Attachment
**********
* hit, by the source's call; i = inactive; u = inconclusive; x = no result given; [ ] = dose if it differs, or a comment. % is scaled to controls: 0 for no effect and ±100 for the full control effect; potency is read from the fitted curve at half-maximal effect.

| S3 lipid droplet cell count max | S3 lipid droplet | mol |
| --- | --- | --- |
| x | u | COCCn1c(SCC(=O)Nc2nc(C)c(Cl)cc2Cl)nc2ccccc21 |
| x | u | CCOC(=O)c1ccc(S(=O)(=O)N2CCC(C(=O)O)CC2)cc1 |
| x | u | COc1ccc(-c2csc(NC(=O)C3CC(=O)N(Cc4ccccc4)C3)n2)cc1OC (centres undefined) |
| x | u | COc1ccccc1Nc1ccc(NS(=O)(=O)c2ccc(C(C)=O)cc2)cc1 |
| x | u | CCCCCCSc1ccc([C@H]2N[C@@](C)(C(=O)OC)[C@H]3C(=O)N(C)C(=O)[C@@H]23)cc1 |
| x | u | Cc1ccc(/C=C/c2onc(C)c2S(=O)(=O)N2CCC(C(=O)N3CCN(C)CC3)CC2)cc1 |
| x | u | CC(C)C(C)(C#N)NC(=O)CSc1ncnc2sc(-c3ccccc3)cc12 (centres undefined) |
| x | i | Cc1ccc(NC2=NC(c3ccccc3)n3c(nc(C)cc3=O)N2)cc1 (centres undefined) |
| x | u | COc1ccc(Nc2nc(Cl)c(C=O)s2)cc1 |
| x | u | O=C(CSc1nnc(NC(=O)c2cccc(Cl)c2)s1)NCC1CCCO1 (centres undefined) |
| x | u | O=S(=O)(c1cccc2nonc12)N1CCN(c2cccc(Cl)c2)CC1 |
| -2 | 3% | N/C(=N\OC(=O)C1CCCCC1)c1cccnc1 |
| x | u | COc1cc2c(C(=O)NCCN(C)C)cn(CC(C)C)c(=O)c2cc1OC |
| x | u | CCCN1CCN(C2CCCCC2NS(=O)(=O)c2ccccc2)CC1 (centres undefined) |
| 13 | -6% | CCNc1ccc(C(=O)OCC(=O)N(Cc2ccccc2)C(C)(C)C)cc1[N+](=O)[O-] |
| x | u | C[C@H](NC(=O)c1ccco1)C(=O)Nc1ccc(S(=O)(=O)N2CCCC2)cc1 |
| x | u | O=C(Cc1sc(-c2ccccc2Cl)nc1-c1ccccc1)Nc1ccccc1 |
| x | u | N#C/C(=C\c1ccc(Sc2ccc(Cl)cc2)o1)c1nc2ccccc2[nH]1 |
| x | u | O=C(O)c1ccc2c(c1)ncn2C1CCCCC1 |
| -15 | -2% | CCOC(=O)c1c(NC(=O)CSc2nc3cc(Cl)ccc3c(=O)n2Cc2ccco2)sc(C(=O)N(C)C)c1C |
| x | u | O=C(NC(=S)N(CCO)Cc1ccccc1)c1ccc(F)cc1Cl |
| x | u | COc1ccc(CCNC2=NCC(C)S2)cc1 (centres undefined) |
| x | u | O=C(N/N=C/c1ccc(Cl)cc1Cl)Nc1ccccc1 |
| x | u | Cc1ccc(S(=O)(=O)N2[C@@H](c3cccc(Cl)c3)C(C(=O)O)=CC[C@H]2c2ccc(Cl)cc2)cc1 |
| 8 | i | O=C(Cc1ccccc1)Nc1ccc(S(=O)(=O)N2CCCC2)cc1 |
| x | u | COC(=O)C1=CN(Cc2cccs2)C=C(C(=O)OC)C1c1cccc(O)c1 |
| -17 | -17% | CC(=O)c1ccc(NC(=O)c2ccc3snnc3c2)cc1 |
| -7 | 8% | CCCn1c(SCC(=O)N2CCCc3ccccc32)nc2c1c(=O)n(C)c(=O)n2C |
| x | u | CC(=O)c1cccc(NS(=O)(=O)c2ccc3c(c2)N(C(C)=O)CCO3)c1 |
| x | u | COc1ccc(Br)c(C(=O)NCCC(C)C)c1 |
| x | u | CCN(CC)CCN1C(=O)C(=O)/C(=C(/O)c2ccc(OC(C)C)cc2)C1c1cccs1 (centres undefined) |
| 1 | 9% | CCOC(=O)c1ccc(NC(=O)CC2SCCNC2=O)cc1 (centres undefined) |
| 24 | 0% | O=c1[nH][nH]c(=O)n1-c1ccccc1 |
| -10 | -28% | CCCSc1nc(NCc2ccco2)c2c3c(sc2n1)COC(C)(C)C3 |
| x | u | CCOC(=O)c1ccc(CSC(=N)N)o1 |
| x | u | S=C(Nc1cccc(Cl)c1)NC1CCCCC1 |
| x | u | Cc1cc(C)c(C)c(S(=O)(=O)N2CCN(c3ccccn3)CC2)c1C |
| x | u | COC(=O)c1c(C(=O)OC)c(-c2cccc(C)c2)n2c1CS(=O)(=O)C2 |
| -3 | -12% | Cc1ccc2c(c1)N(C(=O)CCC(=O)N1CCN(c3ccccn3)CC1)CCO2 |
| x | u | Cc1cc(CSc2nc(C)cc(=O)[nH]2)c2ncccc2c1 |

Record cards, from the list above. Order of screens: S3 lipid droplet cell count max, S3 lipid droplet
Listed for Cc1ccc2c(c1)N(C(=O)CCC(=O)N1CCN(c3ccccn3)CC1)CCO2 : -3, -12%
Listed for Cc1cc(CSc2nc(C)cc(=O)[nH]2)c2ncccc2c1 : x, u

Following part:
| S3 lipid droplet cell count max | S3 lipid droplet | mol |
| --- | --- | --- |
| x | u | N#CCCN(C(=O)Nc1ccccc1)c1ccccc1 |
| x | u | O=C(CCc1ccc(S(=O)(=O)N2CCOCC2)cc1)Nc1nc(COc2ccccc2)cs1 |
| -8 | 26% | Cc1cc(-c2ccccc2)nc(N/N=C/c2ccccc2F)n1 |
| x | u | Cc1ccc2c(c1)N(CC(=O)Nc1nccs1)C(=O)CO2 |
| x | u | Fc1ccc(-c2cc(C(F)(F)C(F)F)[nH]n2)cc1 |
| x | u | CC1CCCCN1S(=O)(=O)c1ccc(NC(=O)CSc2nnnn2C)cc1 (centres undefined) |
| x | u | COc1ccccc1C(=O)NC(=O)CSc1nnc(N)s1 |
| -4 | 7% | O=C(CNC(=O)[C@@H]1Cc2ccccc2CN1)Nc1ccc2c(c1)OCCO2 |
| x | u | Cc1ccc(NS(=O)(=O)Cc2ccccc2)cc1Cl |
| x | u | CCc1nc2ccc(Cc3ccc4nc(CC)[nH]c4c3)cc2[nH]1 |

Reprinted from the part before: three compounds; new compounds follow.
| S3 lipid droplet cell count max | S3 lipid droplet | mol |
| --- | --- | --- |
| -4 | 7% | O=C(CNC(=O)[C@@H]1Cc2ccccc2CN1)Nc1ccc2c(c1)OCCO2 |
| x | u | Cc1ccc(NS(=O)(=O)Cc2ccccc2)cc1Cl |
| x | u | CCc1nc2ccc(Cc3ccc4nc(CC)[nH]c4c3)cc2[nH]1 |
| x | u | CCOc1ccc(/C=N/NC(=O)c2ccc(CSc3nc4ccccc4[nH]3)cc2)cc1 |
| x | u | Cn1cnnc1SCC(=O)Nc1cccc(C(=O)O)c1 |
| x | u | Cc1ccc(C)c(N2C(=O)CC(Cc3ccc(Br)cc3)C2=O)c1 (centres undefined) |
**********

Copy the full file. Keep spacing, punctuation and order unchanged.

* hit, by the source's call; i = inactive; u = inconclusive; x = no result given; [ ] = dose if it differs, or a comment. % is scaled to controls: 0 for no effect and ±100 for the full control effect; potency is read from the fitted curve at half-maximal effect.

| S3 lipid droplet cell count max | S3 lipid droplet | mol |
| --- | --- | --- |
| x | u | COCCn1c(SCC(=O)Nc2nc(C)c(Cl)cc2Cl)nc2ccccc21 |
| x | u | CCOC(=O)c1ccc(S(=O)(=O)N2CCC(C(=O)O)CC2)cc1 |
| x | u | COc1ccc(-c2csc(NC(=O)C3CC(=O)N(Cc4ccccc4)C3)n2)cc1OC (centres undefined) |
| x | u | COc1ccccc1Nc1ccc(NS(=O)(=O)c2ccc(C(C)=O)cc2)cc1 |
| x | u | CCCCCCSc1ccc([C@H]2N[C@@](C)(C(=O)OC)[C@H]3C(=O)N(C)C(=O)[C@@H]23)cc1 |
| x | u | Cc1ccc(/C=C/c2onc(C)c2S(=O)(=O)N2CCC(C(=O)N3CCN(C)CC3)CC2)cc1 |
| x | u | CC(C)C(C)(C#N)NC(=O)CSc1ncnc2sc(-c3ccccc3)cc12 (centres undefined) |
| x | i | Cc1ccc(NC2=NC(c3ccccc3)n3c(nc(C)cc3=O)N2)cc1 (centres undefined) |
| x | u | COc1ccc(Nc2nc(Cl)c(C=O)s2)cc1 |
| x | u | O=C(CSc1nnc(NC(=O)c2cccc(Cl)c2)s1)NCC1CCCO1 (centres undefined) |
| x | u | O=S(=O)(c1cccc2nonc12)N1CCN(c2cccc(Cl)c2)CC1 |
| -2 | 3% | N/C(=N\OC(=O)C1CCCCC1)c1cccnc1 |
| x | u | COc1cc2c(C(=O)NCCN(C)C)cn(CC(C)C)c(=O)c2cc1OC |
| x | u | CCCN1CCN(C2CCCCC2NS(=O)(=O)c2ccccc2)CC1 (centres undefined) |
| 13 | -6% | CCNc1ccc(C(=O)OCC(=O)N(Cc2ccccc2)C(C)(C)C)cc1[N+](=O)[O-] |
| x | u | C[C@H](NC(=O)c1ccco1)C(=O)Nc1ccc(S(=O)(=O)N2CCCC2)cc1 |
| x | u | O=C(Cc1sc(-c2ccccc2Cl)nc1-c1ccccc1)Nc1ccccc1 |
| x | u | N#C/C(=C\c1ccc(Sc2ccc(Cl)cc2)o1)c1nc2ccccc2[nH]1 |
| x | u | O=C(O)c1ccc2c(c1)ncn2C1CCCCC1 |
| -15 | -2% | CCOC(=O)c1c(NC(=O)CSc2nc3cc(Cl)ccc3c(=O)n2Cc2ccco2)sc(C(=O)N(C)C)c1C |
| x | u | O=C(NC(=S)N(CCO)Cc1ccccc1)c1ccc(F)cc1Cl |
| x | u | COc1ccc(CCNC2=NCC(C)S2)cc1 (centres undefined) |
| x | u | O=C(N/N=C/c1ccc(Cl)cc1Cl)Nc1ccccc1 |
| x | u | Cc1ccc(S(=O)(=O)N2[C@@H](c3cccc(Cl)c3)C(C(=O)O)=CC[C@H]2c2ccc(Cl)cc2)cc1 |
| 8 | i | O=C(Cc1ccccc1)Nc1ccc(S(=O)(=O)N2CCCC2)cc1 |
| x | u | COC(=O)C1=CN(Cc2cccs2)C=C(C(=O)OC)C1c1cccc(O)c1 |
| -17 | -17% | CC(=O)c1ccc(NC(=O)c2ccc3snnc3c2)cc1 |
| -7 | 8% | CCCn1c(SCC(=O)N2CCCc3ccccc32)nc2c1c(=O)n(C)c(=O)n2C |
| x | u | CC(=O)c1cccc(NS(=O)(=O)c2ccc3c(c2)N(C(C)=O)CCO3)c1 |
| x | u | COc1ccc(Br)c(C(=O)NCCC(C)C)c1 |
| x | u | CCN(CC)CCN1C(=O)C(=O)/C(=C(/O)c2ccc(OC(C)C)cc2)C1c1cccs1 (centres undefined) |
| 1 | 9% | CCOC(=O)c1ccc(NC(=O)CC2SCCNC2=O)cc1 (centres undefined) |
| 24 | 0% | O=c1[nH][nH]c(=O)n1-c1ccccc1 |
| -10 | -28% | CCCSc1nc(NCc2ccco2)c2c3c(sc2n1)COC(C)(C)C3 |
| x | u | CCOC(=O)c1ccc(CSC(=N)N)o1 |
| x | u | S=C(Nc1cccc(Cl)c1)NC1CCCCC1 |
| x | u | Cc1cc(C)c(C)c(S(=O)(=O)N2CCN(c3ccccn3)CC2)c1C |
| x | u | COC(=O)c1c(C(=O)OC)c(-c2cccc(C)c2)n2c1CS(=O)(=O)C2 |
| -3 | -12% | Cc1ccc2c(c1)N(C(=O)CCC(=O)N1CCN(c3ccccn3)CC1)CCO2 |
| x | u | Cc1cc(CSc2nc(C)cc(=O)[nH]2)c2ncccc2c1 |

Record cards, from the list above. Order of screens: S3 lipid droplet cell count max, S3 lipid droplet
Listed for Cc1ccc2c(c1)N(C(=O)CCC(=O)N1CCN(c3ccccn3)CC1)CCO2 : -3, -12%
Listed for Cc1cc(CSc2nc(C)cc(=O)[nH]2)c2ncccc2c1 : x, u

Following part:
| S3 lipid droplet cell count max | S3 lipid droplet | mol |
| --- | --- | --- |
| x | u | N#CCCN(C(=O)Nc1ccccc1)c1ccccc1 |
| x | u | O=C(CCc1ccc(S(=O)(=O)N2CCOCC2)cc1)Nc1nc(COc2ccccc2)cs1 |
| -8 | 26% | Cc1cc(-c2ccccc2)nc(N/N=C/c2ccccc2F)n1 |
| x | u | Cc1ccc2c(c1)N(CC(=O)Nc1nccs1)C(=O)CO2 |
| x | u | Fc1ccc(-c2cc(C(F)(F)C(F)F)[nH]n2)cc1 |
| x | u | CC1CCCCN1S(=O)(=O)c1ccc(NC(=O)CSc2nnnn2C)cc1 (centres undefined) |
| x | u | COc1ccccc1C(=O)NC(=O)CSc1nnc(N)s1 |
| -4 | 7% | O=C(CNC(=O)[C@@H]1Cc2ccccc2CN1)Nc1ccc2c(c1)OCCO2 |
| x | u | Cc1ccc(NS(=O)(=O)Cc2ccccc2)cc1Cl |
| x | u | CCc1nc2ccc(Cc3ccc4nc(CC)[nH]c4c3)cc2[nH]1 |

Reprinted from the part before: three compounds; new compounds follow.
| S3 lipid droplet cell count max | S3 lipid droplet | mol |
| --- | --- | --- |
| -4 | 7% | O=C(CNC(=O)[C@@H]1Cc2ccccc2CN1)Nc1ccc2c(c1)OCCO2 |
| x | u | Cc1ccc(NS(=O)(=O)Cc2ccccc2)cc1Cl |
| x | u | CCc1nc2ccc(Cc3ccc4nc(CC)[nH]c4c3)cc2[nH]1 |
| x | u | CCOc1ccc(/C=N/NC(=O)c2ccc(CSc3nc4ccccc4[nH]3)cc2)cc1 |
| x | u | Cn1cnnc1SCC(=O)Nc1cccc(C(=O)O)c1 |
| x | u | Cc1ccc(C)c(N2C(=O)CC(Cc3ccc(Br)cc3)C2=O)c1 (centres undefined) |